“What kind of background?” The greatest background issue is are they safe? There are a great deal of “high speed – low drag” and “big boy” trainers coming out of the woodwork who are doing things that are inherently unsafe in the name of “realism” or some other such nonsense. My idol, Scotty Reitz of ITTS in LA, has trained literally tens, if not hundreds, of thousands of individuals and has a flawless safety record. Safety trumps everything else in terms of background.

    “What isn’t necessary?” That’s a tough one because I really do believe that you can learn something from everyone, even if it’s just what not to do. I don’t think a long career in law enforcement or the military is necessary, especially because I am a civilian and the LE/M rules of engagement are vastly different than what is expected of me in the eyes of the law.

    In response to wkeller above who asks, “What is your ‘marketing’ process for moving students towards more training?” I help run the woman’s program at our local range. When we started in 2004 we had 40 women all year, this year we trained 336 (over 1400 since 2004). This is attributed to many things, but mostly word of mouth and offering students what they want in terms of classes. Course descriptions are here: I apologize in advance if posting a link is a no no, but all the pertinent information is there and I promise it’s not a porn site, and I swear I’m not a bot.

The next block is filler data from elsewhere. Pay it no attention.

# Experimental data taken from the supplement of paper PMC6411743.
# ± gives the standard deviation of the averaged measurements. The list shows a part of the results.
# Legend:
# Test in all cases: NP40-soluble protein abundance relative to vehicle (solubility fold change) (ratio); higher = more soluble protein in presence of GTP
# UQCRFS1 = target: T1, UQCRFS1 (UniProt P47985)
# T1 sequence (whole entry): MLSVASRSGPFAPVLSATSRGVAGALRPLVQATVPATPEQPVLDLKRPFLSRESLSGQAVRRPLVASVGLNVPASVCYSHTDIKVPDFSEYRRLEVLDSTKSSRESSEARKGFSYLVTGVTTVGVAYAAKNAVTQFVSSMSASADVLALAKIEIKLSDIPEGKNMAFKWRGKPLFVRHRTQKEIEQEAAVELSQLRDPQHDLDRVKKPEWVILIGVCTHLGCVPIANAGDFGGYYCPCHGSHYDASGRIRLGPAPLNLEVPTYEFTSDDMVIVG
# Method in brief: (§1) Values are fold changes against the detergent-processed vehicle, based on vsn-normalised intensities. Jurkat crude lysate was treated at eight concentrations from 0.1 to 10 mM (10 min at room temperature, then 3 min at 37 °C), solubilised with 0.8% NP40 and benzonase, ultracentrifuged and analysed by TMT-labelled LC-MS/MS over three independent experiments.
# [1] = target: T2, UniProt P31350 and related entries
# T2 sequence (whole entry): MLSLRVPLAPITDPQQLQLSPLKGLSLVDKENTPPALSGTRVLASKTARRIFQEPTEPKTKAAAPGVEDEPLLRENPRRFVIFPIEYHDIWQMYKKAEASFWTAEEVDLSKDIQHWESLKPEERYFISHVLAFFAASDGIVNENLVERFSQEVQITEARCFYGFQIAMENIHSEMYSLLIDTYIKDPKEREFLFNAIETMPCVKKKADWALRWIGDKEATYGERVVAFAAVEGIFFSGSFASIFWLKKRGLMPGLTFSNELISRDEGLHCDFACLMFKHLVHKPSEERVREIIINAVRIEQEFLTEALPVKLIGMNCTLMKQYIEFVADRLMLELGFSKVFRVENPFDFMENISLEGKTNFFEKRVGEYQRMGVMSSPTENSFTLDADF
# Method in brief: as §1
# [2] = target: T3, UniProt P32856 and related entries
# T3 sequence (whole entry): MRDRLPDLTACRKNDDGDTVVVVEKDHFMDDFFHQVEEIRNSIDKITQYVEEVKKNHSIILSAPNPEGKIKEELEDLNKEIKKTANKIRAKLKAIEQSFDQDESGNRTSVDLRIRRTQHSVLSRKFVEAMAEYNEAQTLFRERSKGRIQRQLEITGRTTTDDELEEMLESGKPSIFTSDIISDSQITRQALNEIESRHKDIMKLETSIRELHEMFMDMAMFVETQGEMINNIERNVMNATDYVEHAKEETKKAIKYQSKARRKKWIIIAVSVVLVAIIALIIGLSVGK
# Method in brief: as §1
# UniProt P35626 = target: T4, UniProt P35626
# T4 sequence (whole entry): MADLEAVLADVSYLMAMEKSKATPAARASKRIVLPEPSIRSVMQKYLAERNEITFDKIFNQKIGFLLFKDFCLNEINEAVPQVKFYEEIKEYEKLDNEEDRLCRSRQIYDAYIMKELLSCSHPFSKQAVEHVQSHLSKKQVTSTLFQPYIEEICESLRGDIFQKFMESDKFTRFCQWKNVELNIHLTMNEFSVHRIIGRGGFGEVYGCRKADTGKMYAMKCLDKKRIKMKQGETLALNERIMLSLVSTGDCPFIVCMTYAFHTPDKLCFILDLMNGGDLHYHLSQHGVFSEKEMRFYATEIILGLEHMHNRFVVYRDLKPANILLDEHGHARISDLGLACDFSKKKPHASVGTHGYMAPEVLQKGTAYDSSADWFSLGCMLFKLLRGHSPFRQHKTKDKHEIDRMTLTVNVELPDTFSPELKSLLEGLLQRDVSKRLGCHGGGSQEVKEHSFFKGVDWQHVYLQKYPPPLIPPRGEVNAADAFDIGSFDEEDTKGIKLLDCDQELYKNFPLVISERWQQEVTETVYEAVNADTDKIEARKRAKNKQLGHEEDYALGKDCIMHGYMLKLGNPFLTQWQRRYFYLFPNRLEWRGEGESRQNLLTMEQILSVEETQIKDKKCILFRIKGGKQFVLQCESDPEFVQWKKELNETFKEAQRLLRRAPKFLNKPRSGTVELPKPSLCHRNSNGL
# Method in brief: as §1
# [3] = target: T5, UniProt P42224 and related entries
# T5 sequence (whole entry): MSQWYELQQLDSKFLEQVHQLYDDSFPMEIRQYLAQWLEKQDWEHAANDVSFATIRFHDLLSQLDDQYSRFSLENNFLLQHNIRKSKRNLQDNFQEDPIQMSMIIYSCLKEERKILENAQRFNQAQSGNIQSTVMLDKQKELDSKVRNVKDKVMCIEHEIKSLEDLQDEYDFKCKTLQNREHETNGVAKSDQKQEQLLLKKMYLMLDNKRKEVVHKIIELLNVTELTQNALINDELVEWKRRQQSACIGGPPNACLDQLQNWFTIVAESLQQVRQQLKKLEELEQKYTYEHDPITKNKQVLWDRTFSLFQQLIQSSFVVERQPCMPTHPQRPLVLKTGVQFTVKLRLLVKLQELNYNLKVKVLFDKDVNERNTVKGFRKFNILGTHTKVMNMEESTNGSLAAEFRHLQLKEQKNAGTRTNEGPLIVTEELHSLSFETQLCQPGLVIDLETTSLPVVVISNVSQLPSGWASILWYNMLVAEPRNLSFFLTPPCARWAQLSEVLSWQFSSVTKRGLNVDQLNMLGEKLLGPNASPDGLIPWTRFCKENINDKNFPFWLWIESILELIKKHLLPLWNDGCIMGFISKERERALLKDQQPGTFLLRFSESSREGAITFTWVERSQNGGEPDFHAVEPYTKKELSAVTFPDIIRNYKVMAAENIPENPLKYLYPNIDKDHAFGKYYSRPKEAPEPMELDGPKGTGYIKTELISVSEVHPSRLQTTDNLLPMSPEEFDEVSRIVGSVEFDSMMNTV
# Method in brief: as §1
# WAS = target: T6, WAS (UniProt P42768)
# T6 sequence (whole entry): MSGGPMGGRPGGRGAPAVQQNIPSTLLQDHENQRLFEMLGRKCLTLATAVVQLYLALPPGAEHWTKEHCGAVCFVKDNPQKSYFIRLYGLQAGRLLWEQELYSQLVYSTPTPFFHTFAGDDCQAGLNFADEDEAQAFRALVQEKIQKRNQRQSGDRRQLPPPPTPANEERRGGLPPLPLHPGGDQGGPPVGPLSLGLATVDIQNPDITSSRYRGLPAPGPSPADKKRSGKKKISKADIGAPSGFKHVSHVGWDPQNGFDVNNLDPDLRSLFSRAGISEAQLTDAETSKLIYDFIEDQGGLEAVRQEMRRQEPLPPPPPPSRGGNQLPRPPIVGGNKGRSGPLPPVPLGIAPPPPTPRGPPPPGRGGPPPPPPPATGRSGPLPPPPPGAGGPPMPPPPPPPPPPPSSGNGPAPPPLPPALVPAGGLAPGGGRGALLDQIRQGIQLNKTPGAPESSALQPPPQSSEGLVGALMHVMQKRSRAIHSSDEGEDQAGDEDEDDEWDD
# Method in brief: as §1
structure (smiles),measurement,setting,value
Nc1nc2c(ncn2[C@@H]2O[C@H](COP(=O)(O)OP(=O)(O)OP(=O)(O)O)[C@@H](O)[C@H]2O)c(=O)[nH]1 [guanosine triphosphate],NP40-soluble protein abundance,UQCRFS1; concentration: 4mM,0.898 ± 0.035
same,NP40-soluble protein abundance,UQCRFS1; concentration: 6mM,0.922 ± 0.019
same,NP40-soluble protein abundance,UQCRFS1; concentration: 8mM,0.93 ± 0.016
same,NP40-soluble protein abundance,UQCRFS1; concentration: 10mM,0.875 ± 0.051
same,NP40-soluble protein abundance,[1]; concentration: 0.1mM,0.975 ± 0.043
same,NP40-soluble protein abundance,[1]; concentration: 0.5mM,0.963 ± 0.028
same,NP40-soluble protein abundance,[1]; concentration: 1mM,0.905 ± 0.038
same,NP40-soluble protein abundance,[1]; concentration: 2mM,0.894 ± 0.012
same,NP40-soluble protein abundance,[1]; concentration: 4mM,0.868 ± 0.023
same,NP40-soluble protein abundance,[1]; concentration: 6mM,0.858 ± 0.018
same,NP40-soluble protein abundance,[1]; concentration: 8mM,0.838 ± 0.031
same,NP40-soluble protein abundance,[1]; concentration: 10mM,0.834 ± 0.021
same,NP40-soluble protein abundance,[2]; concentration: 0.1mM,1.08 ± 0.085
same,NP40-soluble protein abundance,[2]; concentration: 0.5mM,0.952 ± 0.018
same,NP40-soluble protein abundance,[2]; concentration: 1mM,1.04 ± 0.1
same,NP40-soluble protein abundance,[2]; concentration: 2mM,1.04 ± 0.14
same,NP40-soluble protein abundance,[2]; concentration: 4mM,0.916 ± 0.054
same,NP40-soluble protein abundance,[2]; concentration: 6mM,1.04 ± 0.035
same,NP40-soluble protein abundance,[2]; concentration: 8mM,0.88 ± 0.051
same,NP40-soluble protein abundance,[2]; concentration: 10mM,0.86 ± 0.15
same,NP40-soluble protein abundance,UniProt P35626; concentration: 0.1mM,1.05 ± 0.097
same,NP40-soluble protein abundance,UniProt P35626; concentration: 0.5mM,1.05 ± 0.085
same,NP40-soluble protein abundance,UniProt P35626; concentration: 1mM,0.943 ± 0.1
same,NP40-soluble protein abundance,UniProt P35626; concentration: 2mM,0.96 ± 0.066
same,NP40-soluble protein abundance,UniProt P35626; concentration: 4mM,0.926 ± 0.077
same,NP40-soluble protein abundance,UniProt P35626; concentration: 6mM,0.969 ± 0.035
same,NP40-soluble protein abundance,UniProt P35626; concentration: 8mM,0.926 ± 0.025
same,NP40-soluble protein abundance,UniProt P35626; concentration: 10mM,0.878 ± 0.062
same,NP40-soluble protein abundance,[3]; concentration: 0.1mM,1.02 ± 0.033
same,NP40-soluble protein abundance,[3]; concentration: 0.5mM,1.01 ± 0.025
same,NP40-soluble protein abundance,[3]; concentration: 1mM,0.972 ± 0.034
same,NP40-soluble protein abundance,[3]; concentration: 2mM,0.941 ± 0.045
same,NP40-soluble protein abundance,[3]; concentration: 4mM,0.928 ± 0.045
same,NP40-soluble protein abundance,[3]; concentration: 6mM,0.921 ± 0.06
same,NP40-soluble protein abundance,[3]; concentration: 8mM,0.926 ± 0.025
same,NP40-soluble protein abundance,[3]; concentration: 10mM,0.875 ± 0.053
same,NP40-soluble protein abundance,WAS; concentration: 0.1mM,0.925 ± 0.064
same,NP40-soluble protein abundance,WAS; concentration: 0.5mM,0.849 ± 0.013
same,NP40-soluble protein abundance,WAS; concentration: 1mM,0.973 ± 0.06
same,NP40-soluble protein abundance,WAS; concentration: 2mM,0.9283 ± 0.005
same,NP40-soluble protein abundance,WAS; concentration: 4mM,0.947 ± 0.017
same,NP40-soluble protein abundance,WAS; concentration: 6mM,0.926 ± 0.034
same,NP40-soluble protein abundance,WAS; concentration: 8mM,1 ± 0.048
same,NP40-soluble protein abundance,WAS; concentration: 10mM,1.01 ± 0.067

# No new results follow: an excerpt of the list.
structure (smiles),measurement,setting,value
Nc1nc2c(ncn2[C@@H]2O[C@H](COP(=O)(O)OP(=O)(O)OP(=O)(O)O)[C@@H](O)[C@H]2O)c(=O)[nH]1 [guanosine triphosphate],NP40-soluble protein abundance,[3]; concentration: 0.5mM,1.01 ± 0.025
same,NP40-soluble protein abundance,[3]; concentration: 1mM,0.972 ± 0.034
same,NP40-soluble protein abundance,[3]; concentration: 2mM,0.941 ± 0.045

We’ve tried flyers at the gun shops and clubs, but the thing that keeps them coming back for more is a monthly reminder, sent to an email address they provided, about a week prior to each class.

  3. larryarnold says:

    “I had only been shooting a short time and wasn’t very skilled when people pushed and pushed me to become an instructor.”

    It would be a dream come true if I could look out at one of my classes and spot a bright, enthusiastic, 20-something woman with fifty years of shooting experience and thirty years as an educator, who was looking for something to do in her copious spare time. It wouldn’t hurt if she was photogenic. But so far, I haven’t found any of those.

    So instead I look for someone who knows as much about shooting as I did 30 years ago when I first got my NRA certification, and who may not know much at all about teaching.

    All you absolutely have to know about guns to teach a beginning shooter is safety and enough about shooting to stay one step ahead. Oh, and how to answer a question with, “I don’t know, but I’ll find out and get back with you.” Most real instructor certification courses (particularly NRA) will teach you basic methods of instruction. The rest you can learn, and the best way to really learn how to do something is to teach someone else to do it.

    Kathy already covered the learning to shoot/teach steps.

    So what am I seeing if I encourage you to be an instructor?
    Someone who will lay down her gun to help the person next to her, even if only to say, “I support you. You can do this.”
    Someone who will listen to what students are saying, even if they can’t say it.
    Someone with the patience to go over it one more time.
    Someone whose eyes light up when someone else succeeds.
    Someone who will learn something from everyone they teach.
    Someone who always wants the next class to be better than the last one.
    Someone who looks forward to every class and thinks, “This is more fun than shooting!”

    Because that you can’t learn.